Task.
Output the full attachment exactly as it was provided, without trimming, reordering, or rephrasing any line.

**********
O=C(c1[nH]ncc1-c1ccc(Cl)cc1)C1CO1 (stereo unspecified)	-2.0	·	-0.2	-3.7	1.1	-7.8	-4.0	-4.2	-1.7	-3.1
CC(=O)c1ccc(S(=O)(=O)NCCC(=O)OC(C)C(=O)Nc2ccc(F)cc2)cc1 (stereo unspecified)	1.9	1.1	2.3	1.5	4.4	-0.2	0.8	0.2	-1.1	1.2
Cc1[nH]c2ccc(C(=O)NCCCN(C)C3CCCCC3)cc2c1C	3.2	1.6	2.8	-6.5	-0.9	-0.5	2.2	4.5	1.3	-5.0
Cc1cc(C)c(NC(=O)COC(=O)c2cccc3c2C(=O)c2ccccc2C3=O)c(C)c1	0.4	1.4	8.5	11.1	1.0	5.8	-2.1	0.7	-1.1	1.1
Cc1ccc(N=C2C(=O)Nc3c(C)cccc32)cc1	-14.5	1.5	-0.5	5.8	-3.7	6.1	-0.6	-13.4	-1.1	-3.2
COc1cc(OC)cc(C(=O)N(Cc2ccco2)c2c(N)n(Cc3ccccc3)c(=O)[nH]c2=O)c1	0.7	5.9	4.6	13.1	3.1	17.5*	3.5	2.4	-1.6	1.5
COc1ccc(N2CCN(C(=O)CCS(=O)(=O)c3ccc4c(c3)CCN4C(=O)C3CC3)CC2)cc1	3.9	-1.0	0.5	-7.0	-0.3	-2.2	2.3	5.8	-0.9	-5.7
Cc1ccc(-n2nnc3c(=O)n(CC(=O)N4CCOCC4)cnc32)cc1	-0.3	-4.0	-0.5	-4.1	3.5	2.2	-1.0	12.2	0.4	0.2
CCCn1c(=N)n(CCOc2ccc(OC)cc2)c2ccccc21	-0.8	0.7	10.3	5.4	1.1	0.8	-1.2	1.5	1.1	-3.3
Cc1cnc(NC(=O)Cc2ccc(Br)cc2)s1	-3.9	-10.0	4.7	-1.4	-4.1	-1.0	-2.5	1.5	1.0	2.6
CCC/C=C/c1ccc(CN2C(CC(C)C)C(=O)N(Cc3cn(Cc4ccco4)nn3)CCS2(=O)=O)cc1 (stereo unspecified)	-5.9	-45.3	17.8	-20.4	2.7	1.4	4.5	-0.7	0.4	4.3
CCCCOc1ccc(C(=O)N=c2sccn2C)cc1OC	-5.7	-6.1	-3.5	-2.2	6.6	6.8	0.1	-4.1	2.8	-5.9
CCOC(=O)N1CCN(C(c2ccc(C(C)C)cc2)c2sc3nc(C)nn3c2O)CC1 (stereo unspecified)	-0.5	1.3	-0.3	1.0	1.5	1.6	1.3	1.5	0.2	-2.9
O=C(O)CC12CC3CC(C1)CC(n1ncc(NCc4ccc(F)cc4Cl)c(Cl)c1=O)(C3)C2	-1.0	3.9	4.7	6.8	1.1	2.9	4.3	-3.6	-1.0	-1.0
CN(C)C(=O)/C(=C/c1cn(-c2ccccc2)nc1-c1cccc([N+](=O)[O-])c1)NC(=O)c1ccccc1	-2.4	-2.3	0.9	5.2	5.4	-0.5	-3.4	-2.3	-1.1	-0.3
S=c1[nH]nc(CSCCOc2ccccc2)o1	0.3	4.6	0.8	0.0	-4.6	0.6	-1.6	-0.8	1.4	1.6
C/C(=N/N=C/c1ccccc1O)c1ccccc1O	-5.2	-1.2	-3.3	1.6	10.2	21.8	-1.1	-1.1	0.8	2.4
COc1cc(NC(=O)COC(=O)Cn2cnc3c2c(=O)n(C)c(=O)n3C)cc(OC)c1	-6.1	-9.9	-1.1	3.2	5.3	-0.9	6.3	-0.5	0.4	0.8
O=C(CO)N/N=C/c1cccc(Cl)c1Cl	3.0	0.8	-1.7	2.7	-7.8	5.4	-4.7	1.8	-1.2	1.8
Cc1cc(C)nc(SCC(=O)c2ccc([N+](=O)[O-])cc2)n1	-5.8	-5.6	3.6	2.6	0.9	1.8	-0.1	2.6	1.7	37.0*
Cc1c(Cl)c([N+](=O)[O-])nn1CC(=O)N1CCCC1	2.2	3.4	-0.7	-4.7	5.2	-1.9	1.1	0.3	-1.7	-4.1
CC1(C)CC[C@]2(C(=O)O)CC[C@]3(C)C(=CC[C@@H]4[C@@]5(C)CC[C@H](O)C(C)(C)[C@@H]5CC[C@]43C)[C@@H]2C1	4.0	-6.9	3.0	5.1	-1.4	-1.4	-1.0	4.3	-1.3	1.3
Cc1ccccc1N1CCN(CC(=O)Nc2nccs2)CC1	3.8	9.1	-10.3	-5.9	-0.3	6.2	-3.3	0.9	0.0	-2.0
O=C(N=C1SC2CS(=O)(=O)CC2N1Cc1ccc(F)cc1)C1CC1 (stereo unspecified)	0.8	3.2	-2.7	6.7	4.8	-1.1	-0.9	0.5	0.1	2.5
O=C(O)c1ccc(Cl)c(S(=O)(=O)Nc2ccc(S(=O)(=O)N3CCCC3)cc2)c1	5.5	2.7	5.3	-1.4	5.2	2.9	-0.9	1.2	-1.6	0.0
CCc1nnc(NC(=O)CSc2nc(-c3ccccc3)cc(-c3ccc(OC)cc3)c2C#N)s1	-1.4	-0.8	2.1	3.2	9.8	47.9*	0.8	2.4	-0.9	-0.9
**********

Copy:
O=C(c1[nH]ncc1-c1ccc(Cl)cc1)C1CO1 (stereo unspecified)	-2.0	·	-0.2	-3.7	1.1	-7.8	-4.0	-4.2	-1.7	-3.1
CC(=O)c1ccc(S(=O)(=O)NCCC(=O)OC(C)C(=O)Nc2ccc(F)cc2)cc1 (stereo unspecified)	1.9	1.1	2.3	1.5	4.4	-0.2	0.8	0.2	-1.1	1.2
Cc1[nH]c2ccc(C(=O)NCCCN(C)C3CCCCC3)cc2c1C	3.2	1.6	2.8	-6.5	-0.9	-0.5	2.2	4.5	1.3	-5.0
Cc1cc(C)c(NC(=O)COC(=O)c2cccc3c2C(=O)c2ccccc2C3=O)c(C)c1	0.4	1.4	8.5	11.1	1.0	5.8	-2.1	0.7	-1.1	1.1
Cc1ccc(N=C2C(=O)Nc3c(C)cccc32)cc1	-14.5	1.5	-0.5	5.8	-3.7	6.1	-0.6	-13.4	-1.1	-3.2
COc1cc(OC)cc(C(=O)N(Cc2ccco2)c2c(N)n(Cc3ccccc3)c(=O)[nH]c2=O)c1	0.7	5.9	4.6	13.1	3.1	17.5*	3.5	2.4	-1.6	1.5
COc1ccc(N2CCN(C(=O)CCS(=O)(=O)c3ccc4c(c3)CCN4C(=O)C3CC3)CC2)cc1	3.9	-1.0	0.5	-7.0	-0.3	-2.2	2.3	5.8	-0.9	-5.7
Cc1ccc(-n2nnc3c(=O)n(CC(=O)N4CCOCC4)cnc32)cc1	-0.3	-4.0	-0.5	-4.1	3.5	2.2	-1.0	12.2	0.4	0.2
CCCn1c(=N)n(CCOc2ccc(OC)cc2)c2ccccc21	-0.8	0.7	10.3	5.4	1.1	0.8	-1.2	1.5	1.1	-3.3
Cc1cnc(NC(=O)Cc2ccc(Br)cc2)s1	-3.9	-10.0	4.7	-1.4	-4.1	-1.0	-2.5	1.5	1.0	2.6
CCC/C=C/c1ccc(CN2C(CC(C)C)C(=O)N(Cc3cn(Cc4ccco4)nn3)CCS2(=O)=O)cc1 (stereo unspecified)	-5.9	-45.3	17.8	-20.4	2.7	1.4	4.5	-0.7	0.4	4.3
CCCCOc1ccc(C(=O)N=c2sccn2C)cc1OC	-5.7	-6.1	-3.5	-2.2	6.6	6.8	0.1	-4.1	2.8	-5.9
CCOC(=O)N1CCN(C(c2ccc(C(C)C)cc2)c2sc3nc(C)nn3c2O)CC1 (stereo unspecified)	-0.5	1.3	-0.3	1.0	1.5	1.6	1.3	1.5	0.2	-2.9
O=C(O)CC12CC3CC(C1)CC(n1ncc(NCc4ccc(F)cc4Cl)c(Cl)c1=O)(C3)C2	-1.0	3.9	4.7	6.8	1.1	2.9	4.3	-3.6	-1.0	-1.0
CN(C)C(=O)/C(=C/c1cn(-c2ccccc2)nc1-c1cccc([N+](=O)[O-])c1)NC(=O)c1ccccc1	-2.4	-2.3	0.9	5.2	5.4	-0.5	-3.4	-2.3	-1.1	-0.3
S=c1[nH]nc(CSCCOc2ccccc2)o1	0.3	4.6	0.8	0.0	-4.6	0.6	-1.6	-0.8	1.4	1.6
C/C(=N/N=C/c1ccccc1O)c1ccccc1O	-5.2	-1.2	-3.3	1.6	10.2	21.8	-1.1	-1.1	0.8	2.4
COc1cc(NC(=O)COC(=O)Cn2cnc3c2c(=O)n(C)c(=O)n3C)cc(OC)c1	-6.1	-9.9	-1.1	3.2	5.3	-0.9	6.3	-0.5	0.4	0.8
O=C(CO)N/N=C/c1cccc(Cl)c1Cl	3.0	0.8	-1.7	2.7	-7.8	5.4	-4.7	1.8	-1.2	1.8
Cc1cc(C)nc(SCC(=O)c2ccc([N+](=O)[O-])cc2)n1	-5.8	-5.6	3.6	2.6	0.9	1.8	-0.1	2.6	1.7	37.0*
Cc1c(Cl)c([N+](=O)[O-])nn1CC(=O)N1CCCC1	2.2	3.4	-0.7	-4.7	5.2	-1.9	1.1	0.3	-1.7	-4.1
CC1(C)CC[C@]2(C(=O)O)CC[C@]3(C)C(=CC[C@@H]4[C@@]5(C)CC[C@H](O)C(C)(C)[C@@H]5CC[C@]43C)[C@@H]2C1	4.0	-6.9	3.0	5.1	-1.4	-1.4	-1.0	4.3	-1.3	1.3
Cc1ccccc1N1CCN(CC(=O)Nc2nccs2)CC1	3.8	9.1	-10.3	-5.9	-0.3	6.2	-3.3	0.9	0.0	-2.0
O=C(N=C1SC2CS(=O)(=O)CC2N1Cc1ccc(F)cc1)C1CC1 (stereo unspecified)	0.8	3.2	-2.7	6.7	4.8	-1.1	-0.9	0.5	0.1	2.5
O=C(O)c1ccc(Cl)c(S(=O)(=O)Nc2ccc(S(=O)(=O)N3CCCC3)cc2)c1	5.5	2.7	5.3	-1.4	5.2	2.9	-0.9	1.2	-1.6	0.0
CCc1nnc(NC(=O)CSc2nc(-c3ccccc3)cc(-c3ccc(OC)cc3)c2C#N)s1	-1.4	-0.8	2.1	3.2	9.8	47.9*	0.8	2.4	-0.9	-0.9